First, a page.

"The first thing I did as I began my study of this verse [D&C 45:32] was to look up in the dictionary three words: stand, holy, and places. Here is what we learn about the word stand: "To rise to an upright position; to remain stable, upright, or intact; and to remain valid, effective, and unaltered" (The American Heritage College Dictionary, 3rd Edition, Houghton Mifflin Co., Boston New York, 1997, p. 1324). Please think of those definitional elements together--upright, stable, valid, effective, intact, and unaltered. The word holy suggests "to be associated with divine power" or "sacred" (Ibid., p. 649), and the word place refers to "a bounded area or a portion of space" (Ibid., p. 1043). Thus we are to rise to an upright position, to remain stable, intact, valid, effective, and unaltered in a sacred, bounded area, i.e., stand ye in holy places and be not moved. These are the key elements that I first identified and tried to understand as I researched those three words in the dictionary."  (David A. Bednar, "Stand Ye in Holy Places," BYU-I Mothers' Weekend, Mar. 22, 2002).
Be careful not to limit yourself by assuming that the full meaning of a scriptural term is contained within the limits of one commentary or dictionary.  Doing so may cause you to become blind to the subtle promptings of the Spirit which can show you the full range and depth of subtle nuances of meaning and insight that may not be available from a book written by a man.
"One trouble with commentaries is that their authors sometimes focus on only one meaning, to the exclusion of others. As a result, commentaries, if not used with great care, may illuminate the author’s chosen and correct meaning but close our eyes and restrict our horizons to other possible meanings. Sometimes those other, less obvious meanings can be the ones most valuable and useful to us as we seek to understand our own dispensation and to obtain answers to our own questions. This is why the teaching of the Holy Ghost is a better guide to scriptural interpretation than even the best commentary."  (Dallin H. Oaks, “Scripture Reading and Revelation,” Ensign, Jan 1995, 7).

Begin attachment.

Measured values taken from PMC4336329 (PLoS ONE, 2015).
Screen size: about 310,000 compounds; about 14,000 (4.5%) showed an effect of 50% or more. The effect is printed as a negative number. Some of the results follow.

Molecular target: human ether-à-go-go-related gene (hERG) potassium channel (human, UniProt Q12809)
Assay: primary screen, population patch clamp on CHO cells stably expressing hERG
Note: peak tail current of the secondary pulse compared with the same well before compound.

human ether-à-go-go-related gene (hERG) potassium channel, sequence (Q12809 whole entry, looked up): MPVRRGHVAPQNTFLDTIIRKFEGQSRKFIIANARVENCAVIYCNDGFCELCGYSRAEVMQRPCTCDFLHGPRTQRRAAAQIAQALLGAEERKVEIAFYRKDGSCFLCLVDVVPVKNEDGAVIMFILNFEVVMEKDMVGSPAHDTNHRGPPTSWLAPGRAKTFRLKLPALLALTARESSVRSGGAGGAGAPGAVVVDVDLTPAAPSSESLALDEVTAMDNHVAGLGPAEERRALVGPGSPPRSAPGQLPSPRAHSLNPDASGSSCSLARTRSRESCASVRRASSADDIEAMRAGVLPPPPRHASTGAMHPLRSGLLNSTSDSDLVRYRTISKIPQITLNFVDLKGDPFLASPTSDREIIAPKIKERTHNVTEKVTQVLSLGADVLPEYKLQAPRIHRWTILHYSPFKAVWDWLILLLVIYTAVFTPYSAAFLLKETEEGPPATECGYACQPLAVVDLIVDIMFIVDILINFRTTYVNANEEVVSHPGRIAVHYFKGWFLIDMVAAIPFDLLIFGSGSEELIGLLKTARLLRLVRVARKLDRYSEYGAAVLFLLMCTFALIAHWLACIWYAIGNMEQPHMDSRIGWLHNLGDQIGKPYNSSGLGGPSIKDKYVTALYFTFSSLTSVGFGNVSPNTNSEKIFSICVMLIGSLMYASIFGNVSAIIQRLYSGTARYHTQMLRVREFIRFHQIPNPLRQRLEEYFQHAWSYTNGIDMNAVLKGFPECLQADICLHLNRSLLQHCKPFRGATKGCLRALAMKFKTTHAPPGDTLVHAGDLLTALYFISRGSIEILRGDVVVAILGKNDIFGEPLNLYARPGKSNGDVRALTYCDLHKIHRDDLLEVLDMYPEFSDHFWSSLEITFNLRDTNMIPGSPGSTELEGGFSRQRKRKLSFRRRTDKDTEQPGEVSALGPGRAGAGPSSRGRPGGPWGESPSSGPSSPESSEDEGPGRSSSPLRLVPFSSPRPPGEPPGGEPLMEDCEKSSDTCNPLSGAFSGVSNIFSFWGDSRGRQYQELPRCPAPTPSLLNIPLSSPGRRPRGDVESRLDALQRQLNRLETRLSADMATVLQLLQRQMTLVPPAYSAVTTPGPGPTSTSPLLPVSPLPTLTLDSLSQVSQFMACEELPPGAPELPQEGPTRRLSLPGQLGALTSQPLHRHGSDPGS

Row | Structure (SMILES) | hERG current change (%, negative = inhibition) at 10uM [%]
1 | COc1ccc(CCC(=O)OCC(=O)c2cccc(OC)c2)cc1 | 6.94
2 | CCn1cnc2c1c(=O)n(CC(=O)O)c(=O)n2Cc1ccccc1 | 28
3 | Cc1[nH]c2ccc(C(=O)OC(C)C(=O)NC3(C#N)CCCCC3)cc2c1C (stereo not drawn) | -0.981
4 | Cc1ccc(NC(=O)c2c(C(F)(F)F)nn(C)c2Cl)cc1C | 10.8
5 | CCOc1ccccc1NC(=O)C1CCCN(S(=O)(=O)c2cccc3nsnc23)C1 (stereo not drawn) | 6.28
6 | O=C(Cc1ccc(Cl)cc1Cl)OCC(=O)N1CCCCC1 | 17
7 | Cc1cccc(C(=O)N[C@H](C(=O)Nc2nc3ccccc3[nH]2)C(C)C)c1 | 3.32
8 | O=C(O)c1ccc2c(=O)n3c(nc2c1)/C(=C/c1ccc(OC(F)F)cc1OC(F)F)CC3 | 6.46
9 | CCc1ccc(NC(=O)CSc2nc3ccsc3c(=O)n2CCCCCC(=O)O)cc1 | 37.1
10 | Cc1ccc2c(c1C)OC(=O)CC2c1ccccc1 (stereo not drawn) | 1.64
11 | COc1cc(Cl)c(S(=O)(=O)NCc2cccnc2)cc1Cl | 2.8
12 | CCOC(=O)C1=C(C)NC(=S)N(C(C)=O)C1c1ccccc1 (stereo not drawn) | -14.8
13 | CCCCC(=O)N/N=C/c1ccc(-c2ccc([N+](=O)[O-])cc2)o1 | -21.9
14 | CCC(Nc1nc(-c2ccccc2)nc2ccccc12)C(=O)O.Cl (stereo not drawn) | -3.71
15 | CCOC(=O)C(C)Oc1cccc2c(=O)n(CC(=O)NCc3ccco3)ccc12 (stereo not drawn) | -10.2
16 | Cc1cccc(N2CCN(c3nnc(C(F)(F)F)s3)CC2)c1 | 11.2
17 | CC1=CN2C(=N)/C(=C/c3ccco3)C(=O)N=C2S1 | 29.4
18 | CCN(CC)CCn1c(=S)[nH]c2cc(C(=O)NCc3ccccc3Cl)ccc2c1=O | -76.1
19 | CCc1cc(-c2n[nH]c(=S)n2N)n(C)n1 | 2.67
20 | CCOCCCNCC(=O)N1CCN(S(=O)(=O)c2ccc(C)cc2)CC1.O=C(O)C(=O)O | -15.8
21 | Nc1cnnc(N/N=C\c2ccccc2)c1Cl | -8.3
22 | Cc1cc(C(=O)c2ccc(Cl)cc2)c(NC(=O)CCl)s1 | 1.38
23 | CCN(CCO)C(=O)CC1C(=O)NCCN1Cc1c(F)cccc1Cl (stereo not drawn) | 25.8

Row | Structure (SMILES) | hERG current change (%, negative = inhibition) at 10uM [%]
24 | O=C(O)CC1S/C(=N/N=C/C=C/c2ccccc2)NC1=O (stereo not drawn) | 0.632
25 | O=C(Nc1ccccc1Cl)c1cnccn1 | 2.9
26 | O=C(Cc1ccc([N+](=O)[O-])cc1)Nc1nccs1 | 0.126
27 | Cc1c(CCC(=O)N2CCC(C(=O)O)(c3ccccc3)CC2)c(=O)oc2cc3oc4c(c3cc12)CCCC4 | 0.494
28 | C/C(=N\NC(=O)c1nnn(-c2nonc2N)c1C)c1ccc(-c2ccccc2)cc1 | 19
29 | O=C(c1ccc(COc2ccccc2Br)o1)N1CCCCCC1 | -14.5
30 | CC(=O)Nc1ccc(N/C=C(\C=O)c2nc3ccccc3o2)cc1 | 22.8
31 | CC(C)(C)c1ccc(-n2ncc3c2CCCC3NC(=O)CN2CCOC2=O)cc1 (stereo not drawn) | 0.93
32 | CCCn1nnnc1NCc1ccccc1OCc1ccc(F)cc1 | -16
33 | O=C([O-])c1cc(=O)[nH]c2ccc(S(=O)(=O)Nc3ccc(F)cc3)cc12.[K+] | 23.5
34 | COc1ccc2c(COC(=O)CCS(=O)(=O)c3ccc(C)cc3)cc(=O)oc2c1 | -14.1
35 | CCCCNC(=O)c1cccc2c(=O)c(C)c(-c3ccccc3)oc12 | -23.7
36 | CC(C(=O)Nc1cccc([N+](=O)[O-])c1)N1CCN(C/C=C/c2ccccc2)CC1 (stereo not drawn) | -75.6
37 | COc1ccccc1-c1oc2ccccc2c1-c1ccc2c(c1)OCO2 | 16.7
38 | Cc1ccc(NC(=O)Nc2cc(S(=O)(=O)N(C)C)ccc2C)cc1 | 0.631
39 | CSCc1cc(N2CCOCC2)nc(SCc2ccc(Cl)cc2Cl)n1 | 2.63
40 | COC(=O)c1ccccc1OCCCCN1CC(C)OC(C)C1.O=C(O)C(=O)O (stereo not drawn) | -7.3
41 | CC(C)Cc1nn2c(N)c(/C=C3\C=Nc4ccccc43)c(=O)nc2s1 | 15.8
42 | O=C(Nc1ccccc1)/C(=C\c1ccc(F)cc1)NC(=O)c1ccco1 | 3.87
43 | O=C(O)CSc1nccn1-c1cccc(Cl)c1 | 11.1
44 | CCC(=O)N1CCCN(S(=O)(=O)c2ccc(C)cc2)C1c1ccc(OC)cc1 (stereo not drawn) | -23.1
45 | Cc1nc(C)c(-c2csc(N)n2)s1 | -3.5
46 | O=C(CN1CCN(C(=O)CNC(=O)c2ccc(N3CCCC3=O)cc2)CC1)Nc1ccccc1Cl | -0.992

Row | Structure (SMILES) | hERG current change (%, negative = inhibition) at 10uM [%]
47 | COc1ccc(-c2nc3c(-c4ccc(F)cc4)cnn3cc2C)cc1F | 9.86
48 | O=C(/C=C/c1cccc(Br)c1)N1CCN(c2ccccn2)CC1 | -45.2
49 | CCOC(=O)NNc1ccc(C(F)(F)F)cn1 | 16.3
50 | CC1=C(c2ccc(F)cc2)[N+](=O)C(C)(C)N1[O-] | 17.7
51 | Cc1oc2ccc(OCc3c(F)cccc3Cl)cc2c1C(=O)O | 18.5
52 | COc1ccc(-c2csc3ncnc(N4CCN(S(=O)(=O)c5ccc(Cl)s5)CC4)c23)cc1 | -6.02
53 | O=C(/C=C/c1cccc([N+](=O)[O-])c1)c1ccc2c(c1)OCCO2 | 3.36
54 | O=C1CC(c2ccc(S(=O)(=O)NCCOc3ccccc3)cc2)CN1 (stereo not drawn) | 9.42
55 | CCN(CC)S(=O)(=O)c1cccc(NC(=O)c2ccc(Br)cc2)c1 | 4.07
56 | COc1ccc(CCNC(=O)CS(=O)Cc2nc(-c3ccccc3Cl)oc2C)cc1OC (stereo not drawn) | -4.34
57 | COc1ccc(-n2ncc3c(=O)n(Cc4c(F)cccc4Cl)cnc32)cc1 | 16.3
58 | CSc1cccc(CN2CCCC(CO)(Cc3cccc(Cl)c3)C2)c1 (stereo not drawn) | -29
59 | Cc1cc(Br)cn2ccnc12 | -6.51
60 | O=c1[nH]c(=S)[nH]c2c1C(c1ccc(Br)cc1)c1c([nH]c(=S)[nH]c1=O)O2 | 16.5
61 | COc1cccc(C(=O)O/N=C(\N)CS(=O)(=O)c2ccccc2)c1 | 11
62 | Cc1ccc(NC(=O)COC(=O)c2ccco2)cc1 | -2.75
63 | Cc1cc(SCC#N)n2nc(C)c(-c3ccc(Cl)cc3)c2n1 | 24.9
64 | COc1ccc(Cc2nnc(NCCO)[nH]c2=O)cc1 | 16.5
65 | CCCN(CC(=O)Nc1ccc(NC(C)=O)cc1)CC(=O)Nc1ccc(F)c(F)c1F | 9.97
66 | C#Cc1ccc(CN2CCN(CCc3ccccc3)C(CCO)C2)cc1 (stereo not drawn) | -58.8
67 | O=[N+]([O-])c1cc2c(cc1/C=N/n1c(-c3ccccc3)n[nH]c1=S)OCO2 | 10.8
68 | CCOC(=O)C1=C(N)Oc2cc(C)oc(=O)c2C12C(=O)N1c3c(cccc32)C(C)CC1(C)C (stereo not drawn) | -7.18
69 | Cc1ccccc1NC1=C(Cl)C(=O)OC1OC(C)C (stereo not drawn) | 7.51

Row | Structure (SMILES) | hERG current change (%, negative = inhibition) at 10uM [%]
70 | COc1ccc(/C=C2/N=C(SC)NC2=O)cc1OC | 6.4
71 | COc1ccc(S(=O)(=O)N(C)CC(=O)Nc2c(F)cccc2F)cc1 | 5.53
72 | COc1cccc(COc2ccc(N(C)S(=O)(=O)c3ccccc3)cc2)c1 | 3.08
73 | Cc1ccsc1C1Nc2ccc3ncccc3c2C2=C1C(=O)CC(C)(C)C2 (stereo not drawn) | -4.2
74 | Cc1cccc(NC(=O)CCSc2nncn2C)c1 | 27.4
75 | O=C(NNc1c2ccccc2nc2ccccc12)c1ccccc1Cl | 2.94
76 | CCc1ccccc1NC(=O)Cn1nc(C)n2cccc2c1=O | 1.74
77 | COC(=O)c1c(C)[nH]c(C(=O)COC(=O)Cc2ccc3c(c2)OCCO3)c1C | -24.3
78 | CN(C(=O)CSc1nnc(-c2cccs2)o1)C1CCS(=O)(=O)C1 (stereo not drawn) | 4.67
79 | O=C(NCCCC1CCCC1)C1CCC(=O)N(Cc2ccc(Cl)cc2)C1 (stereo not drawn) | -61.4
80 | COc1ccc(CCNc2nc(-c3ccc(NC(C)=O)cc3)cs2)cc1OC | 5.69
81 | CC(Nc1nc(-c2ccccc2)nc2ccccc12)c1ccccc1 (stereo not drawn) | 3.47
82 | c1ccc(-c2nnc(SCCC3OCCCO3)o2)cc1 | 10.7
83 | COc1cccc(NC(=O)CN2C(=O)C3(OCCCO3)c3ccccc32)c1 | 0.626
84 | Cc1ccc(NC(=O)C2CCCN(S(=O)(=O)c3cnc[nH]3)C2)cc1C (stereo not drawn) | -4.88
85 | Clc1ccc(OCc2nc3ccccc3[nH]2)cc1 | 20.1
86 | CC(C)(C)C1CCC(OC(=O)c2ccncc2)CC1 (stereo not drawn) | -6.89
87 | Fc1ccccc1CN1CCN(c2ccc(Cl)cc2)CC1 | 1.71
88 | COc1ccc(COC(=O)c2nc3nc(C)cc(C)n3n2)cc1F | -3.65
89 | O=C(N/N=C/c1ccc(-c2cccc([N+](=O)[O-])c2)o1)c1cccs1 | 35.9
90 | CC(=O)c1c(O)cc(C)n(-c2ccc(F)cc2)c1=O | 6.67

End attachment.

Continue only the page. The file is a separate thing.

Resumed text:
With this in mind, it is also a helpful study technique to watch for definitions within the text as you read the scriptures.  This can grant you great insight and will help you to understand the scriptures without the need to go through a third party filter.  Examples of definitions found in the text of the scriptures include:
Revelation 19:10  And I fell at his feet to worship him.  And he said unto me, See thou do it not: I am thy fellowservant, and of thy brethren that have the testimony of Jesus: worship God: for the testimony of Jesus is the spirit of prophecy.

D&C 93:24  And truth is knowledge of things as they are, and as they were, and as they are to come;
If you get stuck, or even if you don't, always remember to prayerfully seek the Lord's guidance and answers as to the true meaning of all things, expecially those things you read in the scriptures.
Matthew 7:7-8  Ask, and it shall be given you; seek, and ye shall find; knock, and it shall be opened unto you: For every one that asketh receiveth; and he that seeketh findeth; and to him that knocketh it shall be opened.

James 1:5-6  If any of you lack wisdom, let him ask of God, that giveth to all men liberally, and upbraideth not; and it shall be given him.  But let him ask in faith, nothing wavering.  For he that wavereth is like a wave of the sea driven with the wind and tossed.

Jeremiah 29:12-13  Then shall ye call upon me, and ye shall go and pray unto me, and I will hearken unto you.  And ye shall seek me, and find me, when ye shall search for me with all your heart.

Jeremiah 33:3  Call unto me, and I will answer thee, and shew thee great and mighty things, which thou knowest not.

Psalms 119:103-105  How sweet are thy words unto my taste!  yea, sweeter than honey to my mouth!  Through thy precepts I get understanding: therefore I hate every false way.  Thy word is a lamp unto my feet, and a light unto my path.
Next tip:  Scripture Master Tip # 20: Search, Ponder, and Pray